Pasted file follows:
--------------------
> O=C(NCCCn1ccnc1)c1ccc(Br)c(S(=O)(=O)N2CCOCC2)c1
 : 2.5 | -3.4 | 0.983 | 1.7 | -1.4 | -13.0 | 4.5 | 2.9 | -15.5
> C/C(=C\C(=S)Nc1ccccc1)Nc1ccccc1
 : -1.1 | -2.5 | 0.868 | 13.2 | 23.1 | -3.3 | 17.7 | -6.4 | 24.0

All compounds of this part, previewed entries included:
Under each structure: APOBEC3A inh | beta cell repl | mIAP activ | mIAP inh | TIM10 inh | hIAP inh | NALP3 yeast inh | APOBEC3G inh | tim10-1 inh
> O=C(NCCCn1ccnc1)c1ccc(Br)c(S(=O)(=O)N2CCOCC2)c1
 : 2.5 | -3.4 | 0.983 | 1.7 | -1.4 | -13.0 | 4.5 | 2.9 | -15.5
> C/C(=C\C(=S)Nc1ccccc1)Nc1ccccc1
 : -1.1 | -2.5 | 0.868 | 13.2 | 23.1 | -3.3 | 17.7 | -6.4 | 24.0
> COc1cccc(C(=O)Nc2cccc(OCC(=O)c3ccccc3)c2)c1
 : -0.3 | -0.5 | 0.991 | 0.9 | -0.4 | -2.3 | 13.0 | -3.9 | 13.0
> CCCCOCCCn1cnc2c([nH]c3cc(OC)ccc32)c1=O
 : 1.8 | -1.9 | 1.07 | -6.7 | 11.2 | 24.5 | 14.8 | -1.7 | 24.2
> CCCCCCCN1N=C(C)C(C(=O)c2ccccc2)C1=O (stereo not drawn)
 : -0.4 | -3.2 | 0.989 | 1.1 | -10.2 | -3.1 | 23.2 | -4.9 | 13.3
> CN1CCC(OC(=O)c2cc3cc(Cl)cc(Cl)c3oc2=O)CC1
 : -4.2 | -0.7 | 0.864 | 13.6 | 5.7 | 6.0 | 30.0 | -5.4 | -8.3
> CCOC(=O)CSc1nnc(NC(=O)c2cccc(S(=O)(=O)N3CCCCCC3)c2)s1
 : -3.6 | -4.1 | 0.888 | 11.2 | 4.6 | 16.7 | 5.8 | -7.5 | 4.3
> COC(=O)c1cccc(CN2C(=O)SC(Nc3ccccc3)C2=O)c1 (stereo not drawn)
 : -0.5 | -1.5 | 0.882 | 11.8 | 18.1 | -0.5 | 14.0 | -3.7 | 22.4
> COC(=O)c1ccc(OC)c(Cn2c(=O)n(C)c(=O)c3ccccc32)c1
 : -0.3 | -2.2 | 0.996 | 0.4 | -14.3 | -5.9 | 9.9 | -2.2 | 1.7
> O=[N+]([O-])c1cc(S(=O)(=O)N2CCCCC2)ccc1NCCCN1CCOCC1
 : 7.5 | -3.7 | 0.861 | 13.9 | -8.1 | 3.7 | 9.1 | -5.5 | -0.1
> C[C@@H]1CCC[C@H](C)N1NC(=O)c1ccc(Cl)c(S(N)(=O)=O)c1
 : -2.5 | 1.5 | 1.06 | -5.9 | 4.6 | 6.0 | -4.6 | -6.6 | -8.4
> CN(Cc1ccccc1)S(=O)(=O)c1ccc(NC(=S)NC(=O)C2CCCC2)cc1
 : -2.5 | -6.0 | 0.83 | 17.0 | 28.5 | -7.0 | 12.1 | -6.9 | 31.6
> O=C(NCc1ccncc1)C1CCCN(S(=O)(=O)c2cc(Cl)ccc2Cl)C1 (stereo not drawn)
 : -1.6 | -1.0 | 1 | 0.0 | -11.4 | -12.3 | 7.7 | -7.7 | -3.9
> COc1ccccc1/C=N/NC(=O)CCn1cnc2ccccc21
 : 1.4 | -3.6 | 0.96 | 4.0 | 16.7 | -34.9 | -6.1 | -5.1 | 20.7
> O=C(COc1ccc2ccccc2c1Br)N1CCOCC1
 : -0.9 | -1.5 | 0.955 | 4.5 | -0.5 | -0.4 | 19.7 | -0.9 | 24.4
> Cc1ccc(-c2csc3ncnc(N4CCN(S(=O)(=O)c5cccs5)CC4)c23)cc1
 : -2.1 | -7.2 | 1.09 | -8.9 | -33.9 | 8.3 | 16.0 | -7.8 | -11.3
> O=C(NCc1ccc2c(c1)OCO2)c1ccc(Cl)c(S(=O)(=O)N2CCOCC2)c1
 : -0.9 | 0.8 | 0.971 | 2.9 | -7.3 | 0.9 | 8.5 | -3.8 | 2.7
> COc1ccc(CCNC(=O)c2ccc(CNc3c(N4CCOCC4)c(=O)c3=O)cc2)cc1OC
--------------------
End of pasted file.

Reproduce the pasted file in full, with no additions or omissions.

> O=C(NCCCn1ccnc1)c1ccc(Br)c(S(=O)(=O)N2CCOCC2)c1
 : 2.5 | -3.4 | 0.983 | 1.7 | -1.4 | -13.0 | 4.5 | 2.9 | -15.5
> C/C(=C\C(=S)Nc1ccccc1)Nc1ccccc1
 : -1.1 | -2.5 | 0.868 | 13.2 | 23.1 | -3.3 | 17.7 | -6.4 | 24.0

All compounds of this part, previewed entries included:
Under each structure: APOBEC3A inh | beta cell repl | mIAP activ | mIAP inh | TIM10 inh | hIAP inh | NALP3 yeast inh | APOBEC3G inh | tim10-1 inh
> O=C(NCCCn1ccnc1)c1ccc(Br)c(S(=O)(=O)N2CCOCC2)c1
 : 2.5 | -3.4 | 0.983 | 1.7 | -1.4 | -13.0 | 4.5 | 2.9 | -15.5
> C/C(=C\C(=S)Nc1ccccc1)Nc1ccccc1
 : -1.1 | -2.5 | 0.868 | 13.2 | 23.1 | -3.3 | 17.7 | -6.4 | 24.0
> COc1cccc(C(=O)Nc2cccc(OCC(=O)c3ccccc3)c2)c1
 : -0.3 | -0.5 | 0.991 | 0.9 | -0.4 | -2.3 | 13.0 | -3.9 | 13.0
> CCCCOCCCn1cnc2c([nH]c3cc(OC)ccc32)c1=O
 : 1.8 | -1.9 | 1.07 | -6.7 | 11.2 | 24.5 | 14.8 | -1.7 | 24.2
> CCCCCCCN1N=C(C)C(C(=O)c2ccccc2)C1=O (stereo not drawn)
 : -0.4 | -3.2 | 0.989 | 1.1 | -10.2 | -3.1 | 23.2 | -4.9 | 13.3
> CN1CCC(OC(=O)c2cc3cc(Cl)cc(Cl)c3oc2=O)CC1
 : -4.2 | -0.7 | 0.864 | 13.6 | 5.7 | 6.0 | 30.0 | -5.4 | -8.3
> CCOC(=O)CSc1nnc(NC(=O)c2cccc(S(=O)(=O)N3CCCCCC3)c2)s1
 : -3.6 | -4.1 | 0.888 | 11.2 | 4.6 | 16.7 | 5.8 | -7.5 | 4.3
> COC(=O)c1cccc(CN2C(=O)SC(Nc3ccccc3)C2=O)c1 (stereo not drawn)
 : -0.5 | -1.5 | 0.882 | 11.8 | 18.1 | -0.5 | 14.0 | -3.7 | 22.4
> COC(=O)c1ccc(OC)c(Cn2c(=O)n(C)c(=O)c3ccccc32)c1
 : -0.3 | -2.2 | 0.996 | 0.4 | -14.3 | -5.9 | 9.9 | -2.2 | 1.7
> O=[N+]([O-])c1cc(S(=O)(=O)N2CCCCC2)ccc1NCCCN1CCOCC1
 : 7.5 | -3.7 | 0.861 | 13.9 | -8.1 | 3.7 | 9.1 | -5.5 | -0.1
> C[C@@H]1CCC[C@H](C)N1NC(=O)c1ccc(Cl)c(S(N)(=O)=O)c1
 : -2.5 | 1.5 | 1.06 | -5.9 | 4.6 | 6.0 | -4.6 | -6.6 | -8.4
> CN(Cc1ccccc1)S(=O)(=O)c1ccc(NC(=S)NC(=O)C2CCCC2)cc1
 : -2.5 | -6.0 | 0.83 | 17.0 | 28.5 | -7.0 | 12.1 | -6.9 | 31.6
> O=C(NCc1ccncc1)C1CCCN(S(=O)(=O)c2cc(Cl)ccc2Cl)C1 (stereo not drawn)
 : -1.6 | -1.0 | 1 | 0.0 | -11.4 | -12.3 | 7.7 | -7.7 | -3.9
> COc1ccccc1/C=N/NC(=O)CCn1cnc2ccccc21
 : 1.4 | -3.6 | 0.96 | 4.0 | 16.7 | -34.9 | -6.1 | -5.1 | 20.7
> O=C(COc1ccc2ccccc2c1Br)N1CCOCC1
 : -0.9 | -1.5 | 0.955 | 4.5 | -0.5 | -0.4 | 19.7 | -0.9 | 24.4
> Cc1ccc(-c2csc3ncnc(N4CCN(S(=O)(=O)c5cccs5)CC4)c23)cc1
 : -2.1 | -7.2 | 1.09 | -8.9 | -33.9 | 8.3 | 16.0 | -7.8 | -11.3
> O=C(NCc1ccc2c(c1)OCO2)c1ccc(Cl)c(S(=O)(=O)N2CCOCC2)c1
 : -0.9 | 0.8 | 0.971 | 2.9 | -7.3 | 0.9 | 8.5 | -3.8 | 2.7
> COc1ccc(CCNC(=O)c2ccc(CNc3c(N4CCOCC4)c(=O)c3=O)cc2)cc1OC